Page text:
21 May 2012

From Hospital to Mission Field: Nicaraguan Medical Mission

Patient arrives on makeshift stretcher

Miraculous recovery a few days later

During a recent mission trip to Nicaragua, I saw how quickly basic nursing skills could be used when there are no modern machines to use.  In February after arrival in Nicaragua, we spent the night in the capital. The following day was spent traveling; five hours in a microbus, 1 ½ hr ride down the river to Sabalos in a small ponga (boat) and in the dark a small Toyota pick up to travel another 1.5 hours on rocky, bumpy, and washed out roads.  The flat bridges were also a challenge; you could hear the boards bouncing around under the truck.  The next day we held our first clinic and saw about 125 people, giving them pain meds, vitamins, parasite treatment and antibiotics as needed

The second clinic day a family came in carrying a woman on a stretcher made from small trees tied together.  We learned they had walked five hours to get to Las Marvellous to see us. We moved the patient to a bench as she was experiencing head pain and was trying to avoid movement.  I worried whether she could survive the trip to the hospital that we had traveled a few days earlier.  

Clinical findings included two large (3cm) fluid filled sacs, a rash from her ear across her face just past her nose, and peeling skin around her nose.  A quick touch let me know she was febrile.  I gave her a gram of oral Tylenol.  Then the Drs. started her on a Zpak.  I did an I&D (incision and drainage) on the fluid filled cyst, and taught her husband how to apply Triple Antibiotic Cream twice a day.  Our Nicaraguan Dr. Mirtilla wanted to see her for a day or so to make sure she was getting better.  She felt that the infection had started in her ear, and was spreading throughout her head.  The family did not have a place to stay so the local pastor took her in.  I gave the husband a few dollars for food and by noon our patient was able to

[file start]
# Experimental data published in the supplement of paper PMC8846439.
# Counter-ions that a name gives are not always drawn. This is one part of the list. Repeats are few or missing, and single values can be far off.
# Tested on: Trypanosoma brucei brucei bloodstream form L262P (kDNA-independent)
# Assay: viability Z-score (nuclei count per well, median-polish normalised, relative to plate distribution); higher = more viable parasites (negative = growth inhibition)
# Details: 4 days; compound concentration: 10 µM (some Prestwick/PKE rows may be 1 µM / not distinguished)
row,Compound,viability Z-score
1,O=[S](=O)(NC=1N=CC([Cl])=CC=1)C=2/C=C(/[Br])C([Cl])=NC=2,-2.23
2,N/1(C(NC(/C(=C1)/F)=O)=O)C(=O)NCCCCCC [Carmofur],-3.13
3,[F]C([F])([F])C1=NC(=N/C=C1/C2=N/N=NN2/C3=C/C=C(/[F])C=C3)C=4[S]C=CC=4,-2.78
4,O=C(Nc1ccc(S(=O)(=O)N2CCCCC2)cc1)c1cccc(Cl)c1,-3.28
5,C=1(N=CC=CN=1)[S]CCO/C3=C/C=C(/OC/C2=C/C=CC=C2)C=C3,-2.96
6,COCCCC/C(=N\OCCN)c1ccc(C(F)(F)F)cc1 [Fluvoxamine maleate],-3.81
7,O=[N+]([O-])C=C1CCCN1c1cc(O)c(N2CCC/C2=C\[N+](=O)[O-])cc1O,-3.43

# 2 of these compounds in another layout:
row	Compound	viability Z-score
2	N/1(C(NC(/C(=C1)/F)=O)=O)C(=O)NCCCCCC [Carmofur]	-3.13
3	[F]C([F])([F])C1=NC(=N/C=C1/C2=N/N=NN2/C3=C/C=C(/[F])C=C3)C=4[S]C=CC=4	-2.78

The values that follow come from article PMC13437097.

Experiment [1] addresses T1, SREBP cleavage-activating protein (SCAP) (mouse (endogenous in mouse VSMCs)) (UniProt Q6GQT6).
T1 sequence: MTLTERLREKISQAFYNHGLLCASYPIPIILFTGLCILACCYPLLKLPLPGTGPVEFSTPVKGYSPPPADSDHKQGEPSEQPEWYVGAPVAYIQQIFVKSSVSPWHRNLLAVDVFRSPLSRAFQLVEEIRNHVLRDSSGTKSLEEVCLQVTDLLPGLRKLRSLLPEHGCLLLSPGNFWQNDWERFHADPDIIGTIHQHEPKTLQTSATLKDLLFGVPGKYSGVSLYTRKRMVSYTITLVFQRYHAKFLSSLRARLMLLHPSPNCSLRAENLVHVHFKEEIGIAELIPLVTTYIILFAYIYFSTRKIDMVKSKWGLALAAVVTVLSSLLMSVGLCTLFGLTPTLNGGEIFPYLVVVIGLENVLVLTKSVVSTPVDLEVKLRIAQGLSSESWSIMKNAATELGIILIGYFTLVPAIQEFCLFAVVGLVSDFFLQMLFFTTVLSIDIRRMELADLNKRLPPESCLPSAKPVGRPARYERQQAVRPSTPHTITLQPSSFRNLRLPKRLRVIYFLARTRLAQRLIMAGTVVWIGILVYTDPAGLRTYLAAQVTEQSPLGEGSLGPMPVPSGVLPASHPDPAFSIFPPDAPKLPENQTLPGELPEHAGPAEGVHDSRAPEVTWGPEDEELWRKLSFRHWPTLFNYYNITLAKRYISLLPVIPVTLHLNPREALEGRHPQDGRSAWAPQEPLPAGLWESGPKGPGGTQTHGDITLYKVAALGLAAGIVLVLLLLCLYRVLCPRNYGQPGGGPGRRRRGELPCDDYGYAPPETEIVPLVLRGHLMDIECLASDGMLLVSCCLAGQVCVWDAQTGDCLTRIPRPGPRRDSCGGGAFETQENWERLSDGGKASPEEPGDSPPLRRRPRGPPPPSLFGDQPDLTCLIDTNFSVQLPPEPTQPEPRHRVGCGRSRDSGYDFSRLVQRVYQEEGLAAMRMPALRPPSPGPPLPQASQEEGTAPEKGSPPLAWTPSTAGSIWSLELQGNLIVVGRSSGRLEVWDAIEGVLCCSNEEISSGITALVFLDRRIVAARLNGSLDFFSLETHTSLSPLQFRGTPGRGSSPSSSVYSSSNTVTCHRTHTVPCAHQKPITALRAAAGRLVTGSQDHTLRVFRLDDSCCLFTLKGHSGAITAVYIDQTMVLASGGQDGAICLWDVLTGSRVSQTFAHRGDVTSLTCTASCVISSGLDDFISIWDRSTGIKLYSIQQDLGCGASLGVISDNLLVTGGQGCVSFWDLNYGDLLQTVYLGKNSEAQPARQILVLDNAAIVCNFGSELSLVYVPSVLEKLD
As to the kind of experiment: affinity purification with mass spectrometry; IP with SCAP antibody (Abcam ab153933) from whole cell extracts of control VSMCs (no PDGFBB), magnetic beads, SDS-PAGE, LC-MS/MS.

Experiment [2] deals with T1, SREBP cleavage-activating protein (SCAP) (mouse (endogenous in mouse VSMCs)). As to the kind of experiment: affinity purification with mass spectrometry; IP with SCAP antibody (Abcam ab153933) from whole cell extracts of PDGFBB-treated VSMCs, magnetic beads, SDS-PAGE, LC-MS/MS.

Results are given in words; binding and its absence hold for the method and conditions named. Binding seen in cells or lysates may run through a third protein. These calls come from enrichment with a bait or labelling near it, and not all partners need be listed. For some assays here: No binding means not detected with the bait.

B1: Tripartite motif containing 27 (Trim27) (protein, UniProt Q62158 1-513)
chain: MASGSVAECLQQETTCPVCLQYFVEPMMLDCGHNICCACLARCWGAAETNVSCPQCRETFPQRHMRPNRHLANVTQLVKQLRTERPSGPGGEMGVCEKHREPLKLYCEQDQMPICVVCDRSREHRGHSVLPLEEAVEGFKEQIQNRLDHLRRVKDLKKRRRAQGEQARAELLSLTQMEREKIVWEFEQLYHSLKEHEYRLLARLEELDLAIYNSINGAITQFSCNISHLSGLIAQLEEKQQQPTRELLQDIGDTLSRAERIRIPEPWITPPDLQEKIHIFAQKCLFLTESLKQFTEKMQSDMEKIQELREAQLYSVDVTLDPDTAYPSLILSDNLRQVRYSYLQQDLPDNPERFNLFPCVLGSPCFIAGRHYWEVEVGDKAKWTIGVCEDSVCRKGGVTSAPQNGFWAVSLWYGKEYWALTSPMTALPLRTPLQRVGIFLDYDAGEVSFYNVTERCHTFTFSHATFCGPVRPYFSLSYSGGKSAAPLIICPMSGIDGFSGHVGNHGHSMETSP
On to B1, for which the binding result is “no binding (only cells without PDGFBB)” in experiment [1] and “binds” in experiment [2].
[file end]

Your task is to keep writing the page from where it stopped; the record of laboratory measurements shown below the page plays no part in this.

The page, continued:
walk next door to the pastor's home.

The following day, she was moving normally, was pain free, and afebrile.  Her husband attended the Community Based Health class and received tools and information to take home to be a healthcare worker in their little village.  One day later they began their 5-hour walk home.

Every trip I make to Nicaragua there are people in need.  I remember a two-week-old baby unable to nurse due to an infection.  We obtained formula, liquid antibiotic and infant tylenol that we administered via a dropper, since the baby could not suckle.   A month later we were sent a picture of a fat sassy baby.  Our basic skills can make a big difference for people with such basic needs.  I am thankful for the skills that I’ve developed over my 32 years of nursing, and that I can take them into underserved areas.

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